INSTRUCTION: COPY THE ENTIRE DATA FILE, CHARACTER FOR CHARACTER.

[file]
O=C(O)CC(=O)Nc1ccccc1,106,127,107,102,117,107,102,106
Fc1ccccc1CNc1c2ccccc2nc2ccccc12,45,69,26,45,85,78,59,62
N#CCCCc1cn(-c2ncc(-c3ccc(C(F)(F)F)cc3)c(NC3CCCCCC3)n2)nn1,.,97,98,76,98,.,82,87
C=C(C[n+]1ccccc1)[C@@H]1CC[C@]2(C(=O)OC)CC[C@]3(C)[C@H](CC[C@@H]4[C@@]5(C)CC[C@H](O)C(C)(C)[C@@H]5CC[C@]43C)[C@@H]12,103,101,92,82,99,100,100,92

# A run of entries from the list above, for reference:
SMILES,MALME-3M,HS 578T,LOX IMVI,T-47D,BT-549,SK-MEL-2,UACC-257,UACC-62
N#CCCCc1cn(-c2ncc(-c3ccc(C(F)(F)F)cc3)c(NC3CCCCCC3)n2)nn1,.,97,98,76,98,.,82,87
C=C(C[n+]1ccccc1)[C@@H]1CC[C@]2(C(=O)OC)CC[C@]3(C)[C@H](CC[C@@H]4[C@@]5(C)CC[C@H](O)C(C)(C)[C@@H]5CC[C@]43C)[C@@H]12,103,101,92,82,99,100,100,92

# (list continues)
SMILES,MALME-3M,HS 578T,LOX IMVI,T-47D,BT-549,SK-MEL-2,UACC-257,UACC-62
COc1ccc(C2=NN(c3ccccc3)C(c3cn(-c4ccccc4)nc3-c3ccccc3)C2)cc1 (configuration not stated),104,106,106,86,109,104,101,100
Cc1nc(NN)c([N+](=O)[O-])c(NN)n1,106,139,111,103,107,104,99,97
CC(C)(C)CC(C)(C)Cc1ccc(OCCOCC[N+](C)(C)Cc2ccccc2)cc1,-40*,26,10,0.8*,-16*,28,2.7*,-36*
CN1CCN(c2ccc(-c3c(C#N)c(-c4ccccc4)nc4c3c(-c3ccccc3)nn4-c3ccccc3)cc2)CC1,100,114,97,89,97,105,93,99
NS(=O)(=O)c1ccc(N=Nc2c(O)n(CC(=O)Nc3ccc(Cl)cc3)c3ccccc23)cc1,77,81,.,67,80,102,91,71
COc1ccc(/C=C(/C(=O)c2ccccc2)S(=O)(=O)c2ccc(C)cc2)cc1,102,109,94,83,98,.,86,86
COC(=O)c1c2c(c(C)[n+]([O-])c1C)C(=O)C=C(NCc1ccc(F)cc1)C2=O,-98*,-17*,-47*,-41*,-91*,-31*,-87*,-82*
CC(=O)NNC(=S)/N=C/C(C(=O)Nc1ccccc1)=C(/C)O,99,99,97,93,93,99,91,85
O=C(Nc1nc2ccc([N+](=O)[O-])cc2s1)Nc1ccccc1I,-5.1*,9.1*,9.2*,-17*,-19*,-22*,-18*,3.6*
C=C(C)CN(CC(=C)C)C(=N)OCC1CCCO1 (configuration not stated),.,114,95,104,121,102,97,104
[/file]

O=C(O)CC(=O)Nc1ccccc1,106,127,107,102,117,107,102,106
Fc1ccccc1CNc1c2ccccc2nc2ccccc12,45,69,26,45,85,78,59,62
N#CCCCc1cn(-c2ncc(-c3ccc(C(F)(F)F)cc3)c(NC3CCCCCC3)n2)nn1,.,97,98,76,98,.,82,87
C=C(C[n+]1ccccc1)[C@@H]1CC[C@]2(C(=O)OC)CC[C@]3(C)[C@H](CC[C@@H]4[C@@]5(C)CC[C@H](O)C(C)(C)[C@@H]5CC[C@]43C)[C@@H]12,103,101,92,82,99,100,100,92

# A run of entries from the list above, for reference:
SMILES,MALME-3M,HS 578T,LOX IMVI,T-47D,BT-549,SK-MEL-2,UACC-257,UACC-62
N#CCCCc1cn(-c2ncc(-c3ccc(C(F)(F)F)cc3)c(NC3CCCCCC3)n2)nn1,.,97,98,76,98,.,82,87
C=C(C[n+]1ccccc1)[C@@H]1CC[C@]2(C(=O)OC)CC[C@]3(C)[C@H](CC[C@@H]4[C@@]5(C)CC[C@H](O)C(C)(C)[C@@H]5CC[C@]43C)[C@@H]12,103,101,92,82,99,100,100,92

# (list continues)
SMILES,MALME-3M,HS 578T,LOX IMVI,T-47D,BT-549,SK-MEL-2,UACC-257,UACC-62
COc1ccc(C2=NN(c3ccccc3)C(c3cn(-c4ccccc4)nc3-c3ccccc3)C2)cc1 (configuration not stated),104,106,106,86,109,104,101,100
Cc1nc(NN)c([N+](=O)[O-])c(NN)n1,106,139,111,103,107,104,99,97
CC(C)(C)CC(C)(C)Cc1ccc(OCCOCC[N+](C)(C)Cc2ccccc2)cc1,-40*,26,10,0.8*,-16*,28,2.7*,-36*
CN1CCN(c2ccc(-c3c(C#N)c(-c4ccccc4)nc4c3c(-c3ccccc3)nn4-c3ccccc3)cc2)CC1,100,114,97,89,97,105,93,99
NS(=O)(=O)c1ccc(N=Nc2c(O)n(CC(=O)Nc3ccc(Cl)cc3)c3ccccc23)cc1,77,81,.,67,80,102,91,71
COc1ccc(/C=C(/C(=O)c2ccccc2)S(=O)(=O)c2ccc(C)cc2)cc1,102,109,94,83,98,.,86,86
COC(=O)c1c2c(c(C)[n+]([O-])c1C)C(=O)C=C(NCc1ccc(F)cc1)C2=O,-98*,-17*,-47*,-41*,-91*,-31*,-87*,-82*
CC(=O)NNC(=S)/N=C/C(C(=O)Nc1ccccc1)=C(/C)O,99,99,97,93,93,99,91,85
O=C(Nc1nc2ccc([N+](=O)[O-])cc2s1)Nc1ccccc1I,-5.1*,9.1*,9.2*,-17*,-19*,-22*,-18*,3.6*
C=C(C)CN(CC(=C)C)C(=N)OCC1CCCO1 (configuration not stated),.,114,95,104,121,102,97,104